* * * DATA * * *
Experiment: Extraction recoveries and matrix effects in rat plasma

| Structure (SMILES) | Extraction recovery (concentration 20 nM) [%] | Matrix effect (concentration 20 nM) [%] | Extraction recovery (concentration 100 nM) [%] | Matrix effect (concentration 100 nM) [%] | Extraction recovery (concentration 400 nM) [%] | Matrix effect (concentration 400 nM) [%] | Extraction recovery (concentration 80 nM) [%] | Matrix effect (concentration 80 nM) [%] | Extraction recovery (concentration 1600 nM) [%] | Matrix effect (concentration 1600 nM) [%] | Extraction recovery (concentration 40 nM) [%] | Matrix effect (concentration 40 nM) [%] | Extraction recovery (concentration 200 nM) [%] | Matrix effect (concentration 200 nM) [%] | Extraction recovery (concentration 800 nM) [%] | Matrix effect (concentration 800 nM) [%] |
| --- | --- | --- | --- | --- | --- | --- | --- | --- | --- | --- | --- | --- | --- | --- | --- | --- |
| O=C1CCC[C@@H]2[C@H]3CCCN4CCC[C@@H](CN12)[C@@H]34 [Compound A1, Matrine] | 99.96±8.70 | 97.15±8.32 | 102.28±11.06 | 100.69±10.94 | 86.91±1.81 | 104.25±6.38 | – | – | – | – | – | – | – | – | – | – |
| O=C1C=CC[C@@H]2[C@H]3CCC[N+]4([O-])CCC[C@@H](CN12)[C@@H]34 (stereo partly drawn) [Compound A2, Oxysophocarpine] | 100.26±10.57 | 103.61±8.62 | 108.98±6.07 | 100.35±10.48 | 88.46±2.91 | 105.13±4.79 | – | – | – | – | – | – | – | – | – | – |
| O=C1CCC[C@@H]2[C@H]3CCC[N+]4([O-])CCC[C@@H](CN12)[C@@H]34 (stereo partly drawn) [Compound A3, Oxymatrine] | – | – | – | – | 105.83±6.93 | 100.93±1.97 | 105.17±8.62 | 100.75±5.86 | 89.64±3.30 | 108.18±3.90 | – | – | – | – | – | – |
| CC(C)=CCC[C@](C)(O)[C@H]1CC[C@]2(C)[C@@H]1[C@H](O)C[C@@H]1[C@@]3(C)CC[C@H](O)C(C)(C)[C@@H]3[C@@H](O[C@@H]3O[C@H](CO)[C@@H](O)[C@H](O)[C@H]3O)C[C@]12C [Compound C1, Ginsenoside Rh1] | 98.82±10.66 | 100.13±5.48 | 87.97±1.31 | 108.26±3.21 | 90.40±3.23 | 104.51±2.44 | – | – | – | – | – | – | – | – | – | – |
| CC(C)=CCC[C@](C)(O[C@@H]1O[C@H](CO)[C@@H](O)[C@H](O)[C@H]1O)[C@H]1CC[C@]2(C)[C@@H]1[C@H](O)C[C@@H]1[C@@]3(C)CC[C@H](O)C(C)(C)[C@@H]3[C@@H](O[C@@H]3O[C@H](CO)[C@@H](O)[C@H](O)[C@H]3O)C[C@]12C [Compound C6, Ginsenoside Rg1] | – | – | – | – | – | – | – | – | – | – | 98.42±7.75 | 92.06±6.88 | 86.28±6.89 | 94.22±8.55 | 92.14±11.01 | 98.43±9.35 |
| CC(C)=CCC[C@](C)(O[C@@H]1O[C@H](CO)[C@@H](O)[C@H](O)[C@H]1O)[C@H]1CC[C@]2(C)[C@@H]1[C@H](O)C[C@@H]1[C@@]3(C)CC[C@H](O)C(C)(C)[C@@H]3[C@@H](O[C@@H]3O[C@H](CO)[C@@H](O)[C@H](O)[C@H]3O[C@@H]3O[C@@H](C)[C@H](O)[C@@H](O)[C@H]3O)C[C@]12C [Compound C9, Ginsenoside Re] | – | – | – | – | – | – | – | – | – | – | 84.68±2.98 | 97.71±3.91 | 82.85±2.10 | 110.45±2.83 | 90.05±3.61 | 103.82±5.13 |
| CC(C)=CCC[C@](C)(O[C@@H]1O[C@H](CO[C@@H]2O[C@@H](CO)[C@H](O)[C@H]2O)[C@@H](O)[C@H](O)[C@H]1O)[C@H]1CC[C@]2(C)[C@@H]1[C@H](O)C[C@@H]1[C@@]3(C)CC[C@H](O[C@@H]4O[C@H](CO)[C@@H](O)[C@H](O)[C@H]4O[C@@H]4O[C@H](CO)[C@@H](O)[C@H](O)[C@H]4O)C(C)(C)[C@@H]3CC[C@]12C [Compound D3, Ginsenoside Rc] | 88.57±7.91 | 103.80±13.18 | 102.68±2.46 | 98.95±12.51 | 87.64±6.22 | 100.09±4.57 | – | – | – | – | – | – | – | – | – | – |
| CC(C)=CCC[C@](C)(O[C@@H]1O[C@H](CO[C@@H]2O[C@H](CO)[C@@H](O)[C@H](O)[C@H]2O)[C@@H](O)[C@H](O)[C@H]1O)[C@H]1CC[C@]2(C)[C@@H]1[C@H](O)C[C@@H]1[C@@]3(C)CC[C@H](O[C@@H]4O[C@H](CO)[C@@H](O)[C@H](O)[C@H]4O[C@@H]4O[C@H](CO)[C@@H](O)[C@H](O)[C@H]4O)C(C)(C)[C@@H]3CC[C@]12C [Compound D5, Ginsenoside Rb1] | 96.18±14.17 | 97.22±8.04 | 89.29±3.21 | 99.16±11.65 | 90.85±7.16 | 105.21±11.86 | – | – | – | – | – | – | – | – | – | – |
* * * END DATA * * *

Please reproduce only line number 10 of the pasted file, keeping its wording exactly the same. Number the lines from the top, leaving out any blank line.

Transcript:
| CC(C)=CCC[C@](C)(O[C@@H]1O[C@H](CO[C@@H]2O[C@@H](CO)[C@H](O)[C@H]2O)[C@@H](O)[C@H](O)[C@H]1O)[C@H]1CC[C@]2(C)[C@@H]1[C@H](O)C[C@@H]1[C@@]3(C)CC[C@H](O[C@@H]4O[C@H](CO)[C@@H](O)[C@H](O)[C@H]4O[C@@H]4O[C@H](CO)[C@@H](O)[C@H](O)[C@H]4O)C(C)(C)[C@@H]3CC[C@]12C [Compound D3, Ginsenoside Rc] | 88.57±7.91 | 103.80±13.18 | 102.68±2.46 | 98.95±12.51 | 87.64±6.22 | 100.09±4.57 | – | – | – | – | – | – | – | – | – | – |